Yes, I saw the “and/or” and also appreciate the practice, practice part. But IMHO the OP is already inclined to excuse so I would like to encourage the practice part over the packer part.[/QUOTE]
This is assuming the horse truly has a confidence issue, as stated in the OP.
I sometimes see PC parents INSIST that whatever horse the kid has be the horse that can do every job. It’s not always so practical. While I think it’s important for the kid to learn to ride the horse she has, and support the horse-- a testing situation is stressful. In this case, given that the rider missed one element-- there’s an added time pressure because unless things have changed-- you can only re-do the missed element for a certain period of time. I think there’s NO SHAME in taking an element of pressure out of the situation by re-attempting with a horse that’s been-there-done-that with the grid jumping.
I love pony club but something I think the “kick on, man up, cowboy through this!” attitude is seen as the ONLY appropriate one. Sometimes pushing on DOES make you a better horseman. Sometimes. But you know what attitude I think is also wonderful and doesn’t get as much good press-- the “let me learn from experience” attitude?? Isn’t that how many successful riders got where they are? At some point, they had a teacher/horse with more experience and they got to make mistakes and learn without as much risk.
I think there is NOTHING WRONG with a safety net horse and it doesn’t make you a bad horseman. Doesn’t mean you’re not going to go home and make the horse you lease a grid-master… on your own timeframe, without the time/testing pressure… but there’s NO SHAME in saying “right now, this horse is not an ideal candidate for taking this part of the rating. We’re going to work on her at home, but for the re-test we’re going to use a horse with more experience that will set us up for greater success.”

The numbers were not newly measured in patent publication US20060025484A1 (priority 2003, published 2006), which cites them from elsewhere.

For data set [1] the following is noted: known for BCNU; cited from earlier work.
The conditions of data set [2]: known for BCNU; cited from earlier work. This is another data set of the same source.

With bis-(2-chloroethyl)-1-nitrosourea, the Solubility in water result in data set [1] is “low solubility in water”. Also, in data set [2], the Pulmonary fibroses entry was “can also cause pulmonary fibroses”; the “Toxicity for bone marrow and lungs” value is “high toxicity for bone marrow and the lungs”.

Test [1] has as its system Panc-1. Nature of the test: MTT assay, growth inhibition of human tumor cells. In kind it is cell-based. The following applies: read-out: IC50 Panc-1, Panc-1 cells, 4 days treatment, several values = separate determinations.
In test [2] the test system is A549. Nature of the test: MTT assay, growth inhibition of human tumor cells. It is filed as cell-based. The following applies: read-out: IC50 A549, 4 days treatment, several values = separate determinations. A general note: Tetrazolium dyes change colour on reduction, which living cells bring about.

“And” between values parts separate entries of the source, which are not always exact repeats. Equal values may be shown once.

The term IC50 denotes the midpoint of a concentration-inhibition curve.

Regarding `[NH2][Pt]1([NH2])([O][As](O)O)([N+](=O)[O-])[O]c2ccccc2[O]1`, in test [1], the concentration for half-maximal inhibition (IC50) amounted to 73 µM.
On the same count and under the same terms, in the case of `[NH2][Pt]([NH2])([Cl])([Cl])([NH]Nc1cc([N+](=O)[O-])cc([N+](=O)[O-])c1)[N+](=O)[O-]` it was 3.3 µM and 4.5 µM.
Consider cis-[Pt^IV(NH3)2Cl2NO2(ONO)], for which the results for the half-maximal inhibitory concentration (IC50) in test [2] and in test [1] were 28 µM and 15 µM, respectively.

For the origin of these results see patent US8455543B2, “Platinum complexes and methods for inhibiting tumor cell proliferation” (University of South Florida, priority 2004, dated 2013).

I don’t see this as an easy out-- just helping remove a potential roadblock to success. Just because the horse is a packer doesn’t mean the rider passes automatically-- the rider still needs to ride and even more explain what happened to the examiner. But it’s removing one item of stress/uncertainty from an equation where I don’t think the stress/uncertainty is necessary.
The kid is a potential C1. It may be unrealistic for her to go home and fix this horse’s confidence issues in a month. I don’t know the horse/rider. That may be do-able or not. Being realistic and saying “hey, we aren’t going to get this horse reliable for the test in time” doesn’t mean the kid has to sit out the test. She passed the other elements, which would suggest she’s ready for the level with an appropriate mount. She can work on her lease horse on her own timeframe.
Contining to push a stopper through a situation where she might continue to stop, on a timeframe, with added stress does not a horseman make, IMHO. Saying “this is a different problem for a different day” and finding a better mount for the re-test is the better test of horsemanship.